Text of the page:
In case you haven’t noticed, natural hairstyles have gone mainstream. From Jill Scott and Janelle MonÃ¡e gracing the cover of magazines with their kinky coily tresses to Tracee Ellis Ross rocking her natural crowns on our TV screens. But despite the popularity of beautiful fluffy afros, some black women and girls are still insecure about wearing their kinky textures in public. With this in mind, Dr. Phoenyx Austin, M.D, a certified Sports Medicine Specialist and a Health Communications Specialist, sprung into action by publishing “Love Your Hair,” a children’s story and follow-up to her bestselling natural haircare book “If You Love It, It Will Grow.â€
[Related: Plus Sized Model Challenges Fashion Industry’s Definition of Beauty]
“It’s in those young, impressionable years that little brown girls are looking around for role models and images of beauty that look like them. If little brown girls don’t get that need met, and they don’t have someone telling them “Your brown skin is beautiful,â€ or “Your natural hair is beautiful,â€ it’s almost inevitable that those same little brown girls will look in the mirror one day and start to view themselves as “less thanâ€ the status quo,â€ said Dr. Phoenyx.
BlackEnterprise.com caught up with Dr. PhoenyxÂ to talk about how Fitness, beauty, health and happiness are all interrelated, and the Aha.â€moment that launched her book series.
BlackEnterprise: Considering your background is in health and fitness, describe the moment that inspired you to publish a children’s book.
Phoenyx: Without question, much of the insecurity and negative thoughts about my natural hair stemmed from receiving my first relaxer at the age of 5 while also seeing a standard of beauty constantly projected in the media that looked nothing like me.â€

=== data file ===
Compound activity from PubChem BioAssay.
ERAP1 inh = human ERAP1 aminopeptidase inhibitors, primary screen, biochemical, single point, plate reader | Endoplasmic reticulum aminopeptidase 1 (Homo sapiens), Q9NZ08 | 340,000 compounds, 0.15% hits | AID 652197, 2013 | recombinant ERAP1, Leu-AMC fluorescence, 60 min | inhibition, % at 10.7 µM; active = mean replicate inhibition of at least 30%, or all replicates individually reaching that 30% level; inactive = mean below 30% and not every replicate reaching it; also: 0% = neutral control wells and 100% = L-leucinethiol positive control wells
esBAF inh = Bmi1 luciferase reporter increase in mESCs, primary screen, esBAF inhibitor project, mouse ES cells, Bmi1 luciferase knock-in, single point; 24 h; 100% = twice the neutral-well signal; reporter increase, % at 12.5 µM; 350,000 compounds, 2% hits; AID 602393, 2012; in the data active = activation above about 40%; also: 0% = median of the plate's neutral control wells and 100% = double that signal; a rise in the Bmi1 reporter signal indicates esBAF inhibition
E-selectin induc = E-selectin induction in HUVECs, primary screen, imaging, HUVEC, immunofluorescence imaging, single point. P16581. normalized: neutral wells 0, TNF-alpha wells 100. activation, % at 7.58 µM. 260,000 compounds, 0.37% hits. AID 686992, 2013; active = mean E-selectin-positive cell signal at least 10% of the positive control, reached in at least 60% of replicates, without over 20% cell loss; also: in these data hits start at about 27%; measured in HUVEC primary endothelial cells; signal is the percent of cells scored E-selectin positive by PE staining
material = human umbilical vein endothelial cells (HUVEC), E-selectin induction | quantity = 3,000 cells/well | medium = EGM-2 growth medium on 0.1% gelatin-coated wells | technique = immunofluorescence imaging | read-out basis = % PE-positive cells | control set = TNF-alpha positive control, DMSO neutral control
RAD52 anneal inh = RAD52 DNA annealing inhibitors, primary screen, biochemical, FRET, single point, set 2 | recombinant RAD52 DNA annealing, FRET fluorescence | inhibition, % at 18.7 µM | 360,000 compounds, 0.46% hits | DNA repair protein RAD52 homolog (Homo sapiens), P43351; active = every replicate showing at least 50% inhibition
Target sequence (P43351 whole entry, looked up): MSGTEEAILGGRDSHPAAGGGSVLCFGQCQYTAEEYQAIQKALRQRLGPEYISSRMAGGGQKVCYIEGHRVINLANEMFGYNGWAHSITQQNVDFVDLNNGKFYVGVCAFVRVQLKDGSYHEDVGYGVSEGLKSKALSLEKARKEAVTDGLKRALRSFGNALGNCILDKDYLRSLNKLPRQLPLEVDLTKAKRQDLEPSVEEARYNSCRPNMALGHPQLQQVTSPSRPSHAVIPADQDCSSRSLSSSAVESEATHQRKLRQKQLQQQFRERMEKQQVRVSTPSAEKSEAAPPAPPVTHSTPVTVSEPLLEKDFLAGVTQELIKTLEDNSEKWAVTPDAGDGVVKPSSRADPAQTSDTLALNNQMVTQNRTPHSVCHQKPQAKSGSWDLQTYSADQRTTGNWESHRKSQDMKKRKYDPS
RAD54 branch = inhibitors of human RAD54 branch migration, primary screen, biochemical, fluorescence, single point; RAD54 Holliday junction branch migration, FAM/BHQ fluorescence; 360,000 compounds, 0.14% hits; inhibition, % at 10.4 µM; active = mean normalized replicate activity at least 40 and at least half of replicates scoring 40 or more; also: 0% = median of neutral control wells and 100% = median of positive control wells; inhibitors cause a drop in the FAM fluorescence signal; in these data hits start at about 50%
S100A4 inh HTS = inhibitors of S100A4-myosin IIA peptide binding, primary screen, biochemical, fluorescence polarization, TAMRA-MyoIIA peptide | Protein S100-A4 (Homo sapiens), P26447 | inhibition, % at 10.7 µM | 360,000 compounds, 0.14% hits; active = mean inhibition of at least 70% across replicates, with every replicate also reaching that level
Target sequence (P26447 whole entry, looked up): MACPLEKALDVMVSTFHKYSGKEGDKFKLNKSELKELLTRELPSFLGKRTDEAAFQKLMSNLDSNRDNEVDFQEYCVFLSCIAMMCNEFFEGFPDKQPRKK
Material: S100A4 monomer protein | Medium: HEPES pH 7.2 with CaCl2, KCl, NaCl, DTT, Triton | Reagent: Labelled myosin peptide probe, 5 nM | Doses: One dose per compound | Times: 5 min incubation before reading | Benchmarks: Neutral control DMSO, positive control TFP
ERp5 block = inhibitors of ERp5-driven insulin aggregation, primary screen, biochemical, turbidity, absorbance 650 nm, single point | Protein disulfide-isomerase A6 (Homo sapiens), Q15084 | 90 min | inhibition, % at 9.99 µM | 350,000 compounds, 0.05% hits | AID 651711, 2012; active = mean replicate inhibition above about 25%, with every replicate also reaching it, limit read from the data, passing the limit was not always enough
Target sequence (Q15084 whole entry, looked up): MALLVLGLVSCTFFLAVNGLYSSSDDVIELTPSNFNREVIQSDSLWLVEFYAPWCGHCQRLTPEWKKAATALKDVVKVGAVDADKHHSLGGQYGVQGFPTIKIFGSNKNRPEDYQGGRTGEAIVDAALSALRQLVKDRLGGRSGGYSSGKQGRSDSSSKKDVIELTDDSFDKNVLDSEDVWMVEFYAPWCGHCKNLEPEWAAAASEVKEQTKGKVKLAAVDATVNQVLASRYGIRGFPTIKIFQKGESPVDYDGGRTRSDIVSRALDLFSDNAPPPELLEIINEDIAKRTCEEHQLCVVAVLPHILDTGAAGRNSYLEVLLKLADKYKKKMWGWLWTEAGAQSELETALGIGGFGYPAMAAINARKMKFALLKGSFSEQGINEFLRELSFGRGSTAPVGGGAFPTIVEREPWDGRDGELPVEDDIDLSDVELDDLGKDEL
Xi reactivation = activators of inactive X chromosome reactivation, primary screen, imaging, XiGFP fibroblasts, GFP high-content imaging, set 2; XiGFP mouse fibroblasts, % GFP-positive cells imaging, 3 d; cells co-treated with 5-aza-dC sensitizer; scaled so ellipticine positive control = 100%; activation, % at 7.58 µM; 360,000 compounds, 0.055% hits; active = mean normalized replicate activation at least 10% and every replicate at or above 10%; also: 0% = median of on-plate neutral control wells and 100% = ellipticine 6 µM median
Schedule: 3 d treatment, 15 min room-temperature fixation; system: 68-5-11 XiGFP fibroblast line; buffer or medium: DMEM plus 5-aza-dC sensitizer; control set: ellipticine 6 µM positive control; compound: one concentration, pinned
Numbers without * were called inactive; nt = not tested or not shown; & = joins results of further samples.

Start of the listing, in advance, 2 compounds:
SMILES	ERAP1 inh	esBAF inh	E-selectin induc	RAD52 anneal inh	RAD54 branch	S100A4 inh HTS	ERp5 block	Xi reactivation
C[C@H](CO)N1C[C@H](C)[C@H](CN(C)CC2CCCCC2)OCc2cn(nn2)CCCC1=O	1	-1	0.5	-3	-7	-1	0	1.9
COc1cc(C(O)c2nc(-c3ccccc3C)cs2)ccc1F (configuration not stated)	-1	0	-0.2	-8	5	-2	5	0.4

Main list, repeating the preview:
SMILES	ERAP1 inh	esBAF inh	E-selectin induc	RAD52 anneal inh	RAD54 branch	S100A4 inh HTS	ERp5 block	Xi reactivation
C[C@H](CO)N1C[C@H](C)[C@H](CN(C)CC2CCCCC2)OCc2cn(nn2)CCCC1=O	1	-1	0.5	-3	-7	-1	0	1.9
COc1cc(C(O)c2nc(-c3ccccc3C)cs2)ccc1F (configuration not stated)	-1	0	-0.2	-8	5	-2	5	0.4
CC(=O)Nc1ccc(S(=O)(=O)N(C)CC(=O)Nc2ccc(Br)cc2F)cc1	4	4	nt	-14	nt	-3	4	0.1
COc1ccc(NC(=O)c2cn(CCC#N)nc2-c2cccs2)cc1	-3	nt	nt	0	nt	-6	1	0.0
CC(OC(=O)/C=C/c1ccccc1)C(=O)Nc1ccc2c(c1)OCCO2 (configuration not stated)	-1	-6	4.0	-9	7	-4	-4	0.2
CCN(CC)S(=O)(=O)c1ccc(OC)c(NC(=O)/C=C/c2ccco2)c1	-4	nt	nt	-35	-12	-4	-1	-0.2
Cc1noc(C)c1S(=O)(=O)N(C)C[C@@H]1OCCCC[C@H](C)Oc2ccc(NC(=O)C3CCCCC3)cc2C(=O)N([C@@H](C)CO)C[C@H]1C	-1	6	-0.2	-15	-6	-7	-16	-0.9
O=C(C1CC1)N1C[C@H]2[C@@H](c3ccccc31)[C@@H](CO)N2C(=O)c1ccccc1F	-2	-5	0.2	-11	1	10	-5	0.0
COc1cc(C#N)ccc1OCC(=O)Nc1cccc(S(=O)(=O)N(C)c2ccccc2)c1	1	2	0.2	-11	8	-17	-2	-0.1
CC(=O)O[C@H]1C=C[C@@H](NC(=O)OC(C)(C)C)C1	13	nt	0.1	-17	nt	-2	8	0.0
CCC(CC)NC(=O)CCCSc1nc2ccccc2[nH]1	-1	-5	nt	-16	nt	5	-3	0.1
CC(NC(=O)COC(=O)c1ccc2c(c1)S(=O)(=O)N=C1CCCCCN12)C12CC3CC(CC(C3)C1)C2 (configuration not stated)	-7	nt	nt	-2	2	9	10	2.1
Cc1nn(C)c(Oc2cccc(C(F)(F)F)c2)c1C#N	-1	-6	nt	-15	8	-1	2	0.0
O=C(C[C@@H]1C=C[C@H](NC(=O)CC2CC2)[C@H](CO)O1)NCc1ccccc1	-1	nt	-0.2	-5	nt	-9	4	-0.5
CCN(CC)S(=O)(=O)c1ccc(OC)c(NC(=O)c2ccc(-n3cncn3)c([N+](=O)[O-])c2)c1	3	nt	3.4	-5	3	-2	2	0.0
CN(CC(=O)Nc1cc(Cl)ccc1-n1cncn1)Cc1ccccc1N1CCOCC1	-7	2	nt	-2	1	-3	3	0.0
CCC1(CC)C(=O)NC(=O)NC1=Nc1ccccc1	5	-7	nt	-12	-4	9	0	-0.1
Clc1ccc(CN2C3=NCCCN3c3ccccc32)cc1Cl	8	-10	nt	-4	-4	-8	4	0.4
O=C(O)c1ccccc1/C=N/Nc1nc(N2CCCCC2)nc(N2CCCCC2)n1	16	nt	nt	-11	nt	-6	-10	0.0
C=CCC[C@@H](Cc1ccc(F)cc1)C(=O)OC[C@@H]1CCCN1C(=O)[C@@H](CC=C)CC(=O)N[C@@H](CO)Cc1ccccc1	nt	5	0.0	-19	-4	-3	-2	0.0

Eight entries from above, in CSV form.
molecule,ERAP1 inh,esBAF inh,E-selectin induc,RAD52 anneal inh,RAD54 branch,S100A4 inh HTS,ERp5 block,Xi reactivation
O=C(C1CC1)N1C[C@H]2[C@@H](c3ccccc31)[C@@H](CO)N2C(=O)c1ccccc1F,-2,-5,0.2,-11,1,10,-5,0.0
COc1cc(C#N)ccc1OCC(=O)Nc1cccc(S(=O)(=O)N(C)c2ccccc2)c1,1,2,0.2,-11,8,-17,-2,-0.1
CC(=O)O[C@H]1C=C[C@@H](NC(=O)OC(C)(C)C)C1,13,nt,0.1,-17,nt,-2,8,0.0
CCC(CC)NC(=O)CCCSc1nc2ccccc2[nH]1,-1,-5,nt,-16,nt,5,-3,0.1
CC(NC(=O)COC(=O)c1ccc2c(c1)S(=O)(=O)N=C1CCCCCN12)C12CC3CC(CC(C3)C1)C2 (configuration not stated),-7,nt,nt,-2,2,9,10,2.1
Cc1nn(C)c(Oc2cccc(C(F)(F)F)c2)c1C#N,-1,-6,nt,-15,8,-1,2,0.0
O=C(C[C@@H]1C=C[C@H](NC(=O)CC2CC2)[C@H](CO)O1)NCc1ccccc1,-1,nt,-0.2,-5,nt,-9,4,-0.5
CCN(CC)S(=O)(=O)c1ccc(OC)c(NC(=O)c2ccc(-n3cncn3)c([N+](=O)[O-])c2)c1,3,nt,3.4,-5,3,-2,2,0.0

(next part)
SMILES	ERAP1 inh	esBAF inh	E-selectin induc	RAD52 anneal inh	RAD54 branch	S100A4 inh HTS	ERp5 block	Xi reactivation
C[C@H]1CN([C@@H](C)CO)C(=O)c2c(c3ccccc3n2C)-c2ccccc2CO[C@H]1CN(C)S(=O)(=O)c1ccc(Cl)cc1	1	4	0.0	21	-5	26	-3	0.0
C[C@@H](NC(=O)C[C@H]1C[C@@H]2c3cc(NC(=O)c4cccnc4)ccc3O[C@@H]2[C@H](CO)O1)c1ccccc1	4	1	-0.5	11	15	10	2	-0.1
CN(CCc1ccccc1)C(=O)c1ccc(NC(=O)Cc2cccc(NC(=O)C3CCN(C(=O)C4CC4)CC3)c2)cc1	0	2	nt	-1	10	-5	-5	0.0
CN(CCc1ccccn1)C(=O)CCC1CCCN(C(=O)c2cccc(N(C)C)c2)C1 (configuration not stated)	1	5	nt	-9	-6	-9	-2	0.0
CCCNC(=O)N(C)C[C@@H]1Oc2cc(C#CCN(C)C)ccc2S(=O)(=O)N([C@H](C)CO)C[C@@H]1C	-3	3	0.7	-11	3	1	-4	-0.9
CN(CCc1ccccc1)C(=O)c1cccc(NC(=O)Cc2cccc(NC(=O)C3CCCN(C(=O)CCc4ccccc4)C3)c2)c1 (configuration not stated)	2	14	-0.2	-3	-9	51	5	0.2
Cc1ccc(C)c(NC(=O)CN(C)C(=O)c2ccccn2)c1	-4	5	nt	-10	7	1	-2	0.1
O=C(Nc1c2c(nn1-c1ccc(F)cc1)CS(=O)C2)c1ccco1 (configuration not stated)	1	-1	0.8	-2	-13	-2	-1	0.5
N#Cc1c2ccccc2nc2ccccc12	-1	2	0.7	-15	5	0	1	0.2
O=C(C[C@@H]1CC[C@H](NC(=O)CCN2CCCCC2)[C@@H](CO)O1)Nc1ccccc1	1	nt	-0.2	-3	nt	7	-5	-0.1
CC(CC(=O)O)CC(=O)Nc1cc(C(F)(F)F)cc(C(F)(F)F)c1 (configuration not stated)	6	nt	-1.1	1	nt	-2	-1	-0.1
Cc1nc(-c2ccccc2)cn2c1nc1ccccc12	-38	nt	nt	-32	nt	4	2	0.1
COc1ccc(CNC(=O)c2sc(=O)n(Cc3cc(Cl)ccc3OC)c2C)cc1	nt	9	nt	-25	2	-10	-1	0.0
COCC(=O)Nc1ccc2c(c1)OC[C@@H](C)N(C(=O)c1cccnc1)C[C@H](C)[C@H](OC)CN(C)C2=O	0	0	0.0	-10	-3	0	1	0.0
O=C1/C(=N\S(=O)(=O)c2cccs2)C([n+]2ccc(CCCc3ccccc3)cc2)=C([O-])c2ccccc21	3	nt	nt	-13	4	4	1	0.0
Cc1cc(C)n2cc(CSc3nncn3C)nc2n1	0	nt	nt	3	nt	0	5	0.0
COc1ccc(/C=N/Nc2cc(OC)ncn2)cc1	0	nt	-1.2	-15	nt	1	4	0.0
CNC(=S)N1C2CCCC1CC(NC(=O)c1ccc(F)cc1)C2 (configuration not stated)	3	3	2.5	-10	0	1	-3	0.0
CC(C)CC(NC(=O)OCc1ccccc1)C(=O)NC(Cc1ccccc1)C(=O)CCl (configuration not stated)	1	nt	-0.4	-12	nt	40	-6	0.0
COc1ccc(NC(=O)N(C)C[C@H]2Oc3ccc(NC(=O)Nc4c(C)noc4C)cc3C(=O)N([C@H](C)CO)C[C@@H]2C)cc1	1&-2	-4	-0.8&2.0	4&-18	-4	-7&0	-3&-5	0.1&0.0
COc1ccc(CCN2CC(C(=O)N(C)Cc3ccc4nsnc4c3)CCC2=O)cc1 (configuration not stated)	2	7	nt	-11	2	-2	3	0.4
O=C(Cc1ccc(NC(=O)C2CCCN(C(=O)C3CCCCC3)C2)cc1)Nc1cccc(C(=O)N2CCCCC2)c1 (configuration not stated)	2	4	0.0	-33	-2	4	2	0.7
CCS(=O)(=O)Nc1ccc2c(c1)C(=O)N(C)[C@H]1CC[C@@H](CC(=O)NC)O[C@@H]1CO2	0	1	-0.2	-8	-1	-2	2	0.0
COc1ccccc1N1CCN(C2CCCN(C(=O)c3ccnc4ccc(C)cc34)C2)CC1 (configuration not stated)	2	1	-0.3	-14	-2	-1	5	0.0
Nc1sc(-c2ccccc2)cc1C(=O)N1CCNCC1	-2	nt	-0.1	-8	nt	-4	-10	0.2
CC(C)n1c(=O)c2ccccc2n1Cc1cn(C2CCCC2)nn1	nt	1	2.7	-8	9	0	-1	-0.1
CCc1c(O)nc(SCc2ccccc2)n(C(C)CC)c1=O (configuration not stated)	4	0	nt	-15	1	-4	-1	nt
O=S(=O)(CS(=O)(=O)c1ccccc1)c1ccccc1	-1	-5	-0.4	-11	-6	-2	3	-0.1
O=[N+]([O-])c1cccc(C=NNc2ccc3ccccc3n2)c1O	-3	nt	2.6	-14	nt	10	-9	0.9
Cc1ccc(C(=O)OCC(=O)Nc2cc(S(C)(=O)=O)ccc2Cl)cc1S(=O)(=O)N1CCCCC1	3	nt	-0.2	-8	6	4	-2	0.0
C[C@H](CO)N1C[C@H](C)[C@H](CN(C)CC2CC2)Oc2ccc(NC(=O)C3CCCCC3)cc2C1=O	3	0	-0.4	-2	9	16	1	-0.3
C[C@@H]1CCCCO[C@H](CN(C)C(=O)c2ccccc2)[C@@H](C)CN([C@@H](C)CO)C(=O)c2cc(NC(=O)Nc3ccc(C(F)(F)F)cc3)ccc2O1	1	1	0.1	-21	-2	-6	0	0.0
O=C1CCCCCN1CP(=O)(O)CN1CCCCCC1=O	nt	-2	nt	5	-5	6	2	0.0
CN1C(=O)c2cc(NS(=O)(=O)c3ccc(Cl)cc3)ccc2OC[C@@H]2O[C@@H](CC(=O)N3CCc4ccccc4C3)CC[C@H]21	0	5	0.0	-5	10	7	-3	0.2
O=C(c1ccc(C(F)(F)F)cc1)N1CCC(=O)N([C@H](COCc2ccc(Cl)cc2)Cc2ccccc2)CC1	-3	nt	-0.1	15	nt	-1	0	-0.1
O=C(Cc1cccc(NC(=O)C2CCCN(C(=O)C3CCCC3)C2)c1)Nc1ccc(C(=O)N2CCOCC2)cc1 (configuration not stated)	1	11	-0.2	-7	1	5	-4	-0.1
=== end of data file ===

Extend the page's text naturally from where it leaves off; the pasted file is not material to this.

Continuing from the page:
I constantly get emails and have read countless Amazon reviews where women explicitly mention the part in “If You Love It, It Will Grow” where I talk about the deep rooted pain and insecurities I went through as a child.” So after seeing how much my hair story resonated with countless other women, I always knew I wanted to write a children’s book to reach little brown girls specifically.
I really had no clue how I was going to approach it until one day when I was doing my favorite type of workout — jumping rope. There was something about the rhythm of my jumping, and the cracking of the rope against the pavement that sparked this rhyme in my head, and before I knew it I was singing the stanzas to Love Your Hair! It was like someone turned on the creative faucet in my head and all the ideas, verses and even the illustration layout started to flow. In all the years and all the stories I’ve written, I’d never had a full story from beginning to end pour out of me like that and in a fever of excitement I ran, grabbed my iPhone and started recording myself as the story continued to sing the verses.
Continue reading on the next page…